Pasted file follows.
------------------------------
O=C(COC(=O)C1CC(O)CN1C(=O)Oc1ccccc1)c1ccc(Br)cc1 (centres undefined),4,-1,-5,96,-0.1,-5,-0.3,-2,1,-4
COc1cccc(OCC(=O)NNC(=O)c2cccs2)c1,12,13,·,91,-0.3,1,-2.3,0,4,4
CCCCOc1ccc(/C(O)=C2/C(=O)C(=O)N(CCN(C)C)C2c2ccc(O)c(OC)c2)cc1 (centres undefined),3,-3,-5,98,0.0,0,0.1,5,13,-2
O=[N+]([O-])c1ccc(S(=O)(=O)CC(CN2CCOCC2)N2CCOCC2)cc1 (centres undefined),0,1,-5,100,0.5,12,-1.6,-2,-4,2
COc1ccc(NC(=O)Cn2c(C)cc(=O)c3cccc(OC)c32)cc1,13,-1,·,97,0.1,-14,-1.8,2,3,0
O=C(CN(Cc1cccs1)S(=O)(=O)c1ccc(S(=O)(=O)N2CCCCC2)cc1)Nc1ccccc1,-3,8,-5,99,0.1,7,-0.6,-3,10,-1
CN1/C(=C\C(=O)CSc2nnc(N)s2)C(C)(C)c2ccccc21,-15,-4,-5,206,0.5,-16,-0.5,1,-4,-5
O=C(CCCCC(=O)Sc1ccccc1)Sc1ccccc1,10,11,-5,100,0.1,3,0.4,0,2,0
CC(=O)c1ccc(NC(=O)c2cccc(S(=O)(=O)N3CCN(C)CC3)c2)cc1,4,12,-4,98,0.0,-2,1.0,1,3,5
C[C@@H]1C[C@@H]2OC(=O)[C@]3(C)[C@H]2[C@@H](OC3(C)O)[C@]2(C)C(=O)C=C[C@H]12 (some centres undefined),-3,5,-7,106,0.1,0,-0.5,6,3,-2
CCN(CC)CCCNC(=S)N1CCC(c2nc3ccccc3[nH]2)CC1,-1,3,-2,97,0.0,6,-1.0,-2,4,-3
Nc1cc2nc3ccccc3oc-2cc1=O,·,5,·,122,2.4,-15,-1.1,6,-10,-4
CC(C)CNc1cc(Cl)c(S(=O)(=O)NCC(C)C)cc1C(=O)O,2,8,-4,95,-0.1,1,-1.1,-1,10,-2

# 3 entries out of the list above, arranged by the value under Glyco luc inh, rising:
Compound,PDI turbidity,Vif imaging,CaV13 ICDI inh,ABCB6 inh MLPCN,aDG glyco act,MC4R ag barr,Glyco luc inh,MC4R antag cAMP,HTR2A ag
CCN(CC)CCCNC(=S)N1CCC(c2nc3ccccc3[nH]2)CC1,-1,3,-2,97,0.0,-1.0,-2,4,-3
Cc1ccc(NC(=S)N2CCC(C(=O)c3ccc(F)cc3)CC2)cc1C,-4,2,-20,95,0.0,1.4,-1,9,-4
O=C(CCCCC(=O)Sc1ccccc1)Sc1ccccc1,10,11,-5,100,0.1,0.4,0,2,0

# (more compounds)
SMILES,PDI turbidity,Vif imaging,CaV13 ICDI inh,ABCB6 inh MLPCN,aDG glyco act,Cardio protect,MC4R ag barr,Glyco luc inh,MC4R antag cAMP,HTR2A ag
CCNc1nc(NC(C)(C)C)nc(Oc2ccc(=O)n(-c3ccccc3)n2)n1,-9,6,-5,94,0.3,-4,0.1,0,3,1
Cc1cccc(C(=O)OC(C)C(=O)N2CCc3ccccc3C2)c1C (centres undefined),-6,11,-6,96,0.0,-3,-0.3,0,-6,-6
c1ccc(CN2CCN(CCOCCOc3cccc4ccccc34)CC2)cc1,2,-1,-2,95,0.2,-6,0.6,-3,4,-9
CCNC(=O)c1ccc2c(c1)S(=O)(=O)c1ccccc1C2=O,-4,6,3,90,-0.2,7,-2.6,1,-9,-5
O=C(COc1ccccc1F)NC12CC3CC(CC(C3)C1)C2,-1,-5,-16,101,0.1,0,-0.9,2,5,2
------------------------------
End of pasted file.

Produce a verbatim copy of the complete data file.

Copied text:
O=C(COC(=O)C1CC(O)CN1C(=O)Oc1ccccc1)c1ccc(Br)cc1 (centres undefined),4,-1,-5,96,-0.1,-5,-0.3,-2,1,-4
COc1cccc(OCC(=O)NNC(=O)c2cccs2)c1,12,13,·,91,-0.3,1,-2.3,0,4,4
CCCCOc1ccc(/C(O)=C2/C(=O)C(=O)N(CCN(C)C)C2c2ccc(O)c(OC)c2)cc1 (centres undefined),3,-3,-5,98,0.0,0,0.1,5,13,-2
O=[N+]([O-])c1ccc(S(=O)(=O)CC(CN2CCOCC2)N2CCOCC2)cc1 (centres undefined),0,1,-5,100,0.5,12,-1.6,-2,-4,2
COc1ccc(NC(=O)Cn2c(C)cc(=O)c3cccc(OC)c32)cc1,13,-1,·,97,0.1,-14,-1.8,2,3,0
O=C(CN(Cc1cccs1)S(=O)(=O)c1ccc(S(=O)(=O)N2CCCCC2)cc1)Nc1ccccc1,-3,8,-5,99,0.1,7,-0.6,-3,10,-1
CN1/C(=C\C(=O)CSc2nnc(N)s2)C(C)(C)c2ccccc21,-15,-4,-5,206,0.5,-16,-0.5,1,-4,-5
O=C(CCCCC(=O)Sc1ccccc1)Sc1ccccc1,10,11,-5,100,0.1,3,0.4,0,2,0
CC(=O)c1ccc(NC(=O)c2cccc(S(=O)(=O)N3CCN(C)CC3)c2)cc1,4,12,-4,98,0.0,-2,1.0,1,3,5
C[C@@H]1C[C@@H]2OC(=O)[C@]3(C)[C@H]2[C@@H](OC3(C)O)[C@]2(C)C(=O)C=C[C@H]12 (some centres undefined),-3,5,-7,106,0.1,0,-0.5,6,3,-2
CCN(CC)CCCNC(=S)N1CCC(c2nc3ccccc3[nH]2)CC1,-1,3,-2,97,0.0,6,-1.0,-2,4,-3
Nc1cc2nc3ccccc3oc-2cc1=O,·,5,·,122,2.4,-15,-1.1,6,-10,-4
CC(C)CNc1cc(Cl)c(S(=O)(=O)NCC(C)C)cc1C(=O)O,2,8,-4,95,-0.1,1,-1.1,-1,10,-2

# 3 entries out of the list above, arranged by the value under Glyco luc inh, rising:
Compound,PDI turbidity,Vif imaging,CaV13 ICDI inh,ABCB6 inh MLPCN,aDG glyco act,MC4R ag barr,Glyco luc inh,MC4R antag cAMP,HTR2A ag
CCN(CC)CCCNC(=S)N1CCC(c2nc3ccccc3[nH]2)CC1,-1,3,-2,97,0.0,-1.0,-2,4,-3
Cc1ccc(NC(=S)N2CCC(C(=O)c3ccc(F)cc3)CC2)cc1C,-4,2,-20,95,0.0,1.4,-1,9,-4
O=C(CCCCC(=O)Sc1ccccc1)Sc1ccccc1,10,11,-5,100,0.1,0.4,0,2,0

# (more compounds)
SMILES,PDI turbidity,Vif imaging,CaV13 ICDI inh,ABCB6 inh MLPCN,aDG glyco act,Cardio protect,MC4R ag barr,Glyco luc inh,MC4R antag cAMP,HTR2A ag
CCNc1nc(NC(C)(C)C)nc(Oc2ccc(=O)n(-c3ccccc3)n2)n1,-9,6,-5,94,0.3,-4,0.1,0,3,1
Cc1cccc(C(=O)OC(C)C(=O)N2CCc3ccccc3C2)c1C (centres undefined),-6,11,-6,96,0.0,-3,-0.3,0,-6,-6
c1ccc(CN2CCN(CCOCCOc3cccc4ccccc34)CC2)cc1,2,-1,-2,95,0.2,-6,0.6,-3,4,-9
CCNC(=O)c1ccc2c(c1)S(=O)(=O)c1ccccc1C2=O,-4,6,3,90,-0.2,7,-2.6,1,-9,-5
O=C(COc1ccccc1F)NC12CC3CC(CC(C3)C1)C2,-1,-5,-16,101,0.1,0,-0.9,2,5,2